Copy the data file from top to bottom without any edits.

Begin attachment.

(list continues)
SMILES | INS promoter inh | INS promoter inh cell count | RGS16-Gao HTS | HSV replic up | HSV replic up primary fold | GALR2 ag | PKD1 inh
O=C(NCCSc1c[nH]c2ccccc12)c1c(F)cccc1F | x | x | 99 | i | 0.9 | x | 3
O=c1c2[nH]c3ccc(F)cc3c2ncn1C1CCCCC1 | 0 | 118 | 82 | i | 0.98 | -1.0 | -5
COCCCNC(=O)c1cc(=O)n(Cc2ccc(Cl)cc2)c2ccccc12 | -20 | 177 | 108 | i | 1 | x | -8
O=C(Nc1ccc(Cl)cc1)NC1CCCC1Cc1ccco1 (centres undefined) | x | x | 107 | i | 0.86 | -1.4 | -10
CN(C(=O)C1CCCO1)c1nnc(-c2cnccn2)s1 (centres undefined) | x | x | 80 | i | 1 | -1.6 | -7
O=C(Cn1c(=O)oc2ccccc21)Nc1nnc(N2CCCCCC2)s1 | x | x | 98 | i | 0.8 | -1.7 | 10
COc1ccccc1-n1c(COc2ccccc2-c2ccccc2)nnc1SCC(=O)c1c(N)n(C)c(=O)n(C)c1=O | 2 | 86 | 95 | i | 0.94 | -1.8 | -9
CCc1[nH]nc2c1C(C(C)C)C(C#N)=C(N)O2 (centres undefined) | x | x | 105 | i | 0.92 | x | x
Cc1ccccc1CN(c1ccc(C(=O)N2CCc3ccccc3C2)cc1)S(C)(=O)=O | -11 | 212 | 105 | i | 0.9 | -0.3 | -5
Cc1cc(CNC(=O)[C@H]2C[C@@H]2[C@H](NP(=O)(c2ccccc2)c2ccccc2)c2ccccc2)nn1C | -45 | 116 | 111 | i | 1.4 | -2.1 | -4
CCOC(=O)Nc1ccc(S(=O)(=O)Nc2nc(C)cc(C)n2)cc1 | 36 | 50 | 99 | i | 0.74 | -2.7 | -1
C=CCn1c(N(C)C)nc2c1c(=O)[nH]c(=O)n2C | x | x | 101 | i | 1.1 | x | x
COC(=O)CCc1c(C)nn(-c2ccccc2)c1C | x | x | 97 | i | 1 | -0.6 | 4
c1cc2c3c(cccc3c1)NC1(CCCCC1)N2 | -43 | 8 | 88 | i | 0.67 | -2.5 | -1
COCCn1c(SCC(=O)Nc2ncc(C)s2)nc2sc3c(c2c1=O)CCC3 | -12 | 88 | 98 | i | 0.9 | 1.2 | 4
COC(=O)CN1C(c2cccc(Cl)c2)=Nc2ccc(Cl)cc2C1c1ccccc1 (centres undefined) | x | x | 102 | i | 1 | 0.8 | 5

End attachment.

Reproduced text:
(list continues)
SMILES | INS promoter inh | INS promoter inh cell count | RGS16-Gao HTS | HSV replic up | HSV replic up primary fold | GALR2 ag | PKD1 inh
O=C(NCCSc1c[nH]c2ccccc12)c1c(F)cccc1F | x | x | 99 | i | 0.9 | x | 3
O=c1c2[nH]c3ccc(F)cc3c2ncn1C1CCCCC1 | 0 | 118 | 82 | i | 0.98 | -1.0 | -5
COCCCNC(=O)c1cc(=O)n(Cc2ccc(Cl)cc2)c2ccccc12 | -20 | 177 | 108 | i | 1 | x | -8
O=C(Nc1ccc(Cl)cc1)NC1CCCC1Cc1ccco1 (centres undefined) | x | x | 107 | i | 0.86 | -1.4 | -10
CN(C(=O)C1CCCO1)c1nnc(-c2cnccn2)s1 (centres undefined) | x | x | 80 | i | 1 | -1.6 | -7
O=C(Cn1c(=O)oc2ccccc21)Nc1nnc(N2CCCCCC2)s1 | x | x | 98 | i | 0.8 | -1.7 | 10
COc1ccccc1-n1c(COc2ccccc2-c2ccccc2)nnc1SCC(=O)c1c(N)n(C)c(=O)n(C)c1=O | 2 | 86 | 95 | i | 0.94 | -1.8 | -9
CCc1[nH]nc2c1C(C(C)C)C(C#N)=C(N)O2 (centres undefined) | x | x | 105 | i | 0.92 | x | x
Cc1ccccc1CN(c1ccc(C(=O)N2CCc3ccccc3C2)cc1)S(C)(=O)=O | -11 | 212 | 105 | i | 0.9 | -0.3 | -5
Cc1cc(CNC(=O)[C@H]2C[C@@H]2[C@H](NP(=O)(c2ccccc2)c2ccccc2)c2ccccc2)nn1C | -45 | 116 | 111 | i | 1.4 | -2.1 | -4
CCOC(=O)Nc1ccc(S(=O)(=O)Nc2nc(C)cc(C)n2)cc1 | 36 | 50 | 99 | i | 0.74 | -2.7 | -1
C=CCn1c(N(C)C)nc2c1c(=O)[nH]c(=O)n2C | x | x | 101 | i | 1.1 | x | x
COC(=O)CCc1c(C)nn(-c2ccccc2)c1C | x | x | 97 | i | 1 | -0.6 | 4
c1cc2c3c(cccc3c1)NC1(CCCCC1)N2 | -43 | 8 | 88 | i | 0.67 | -2.5 | -1
COCCn1c(SCC(=O)Nc2ncc(C)s2)nc2sc3c(c2c1=O)CCC3 | -12 | 88 | 98 | i | 0.9 | 1.2 | 4
COC(=O)CN1C(c2cccc(Cl)c2)=Nc2ccc(Cl)cc2C1c1ccccc1 (centres undefined) | x | x | 102 | i | 1 | 0.8 | 5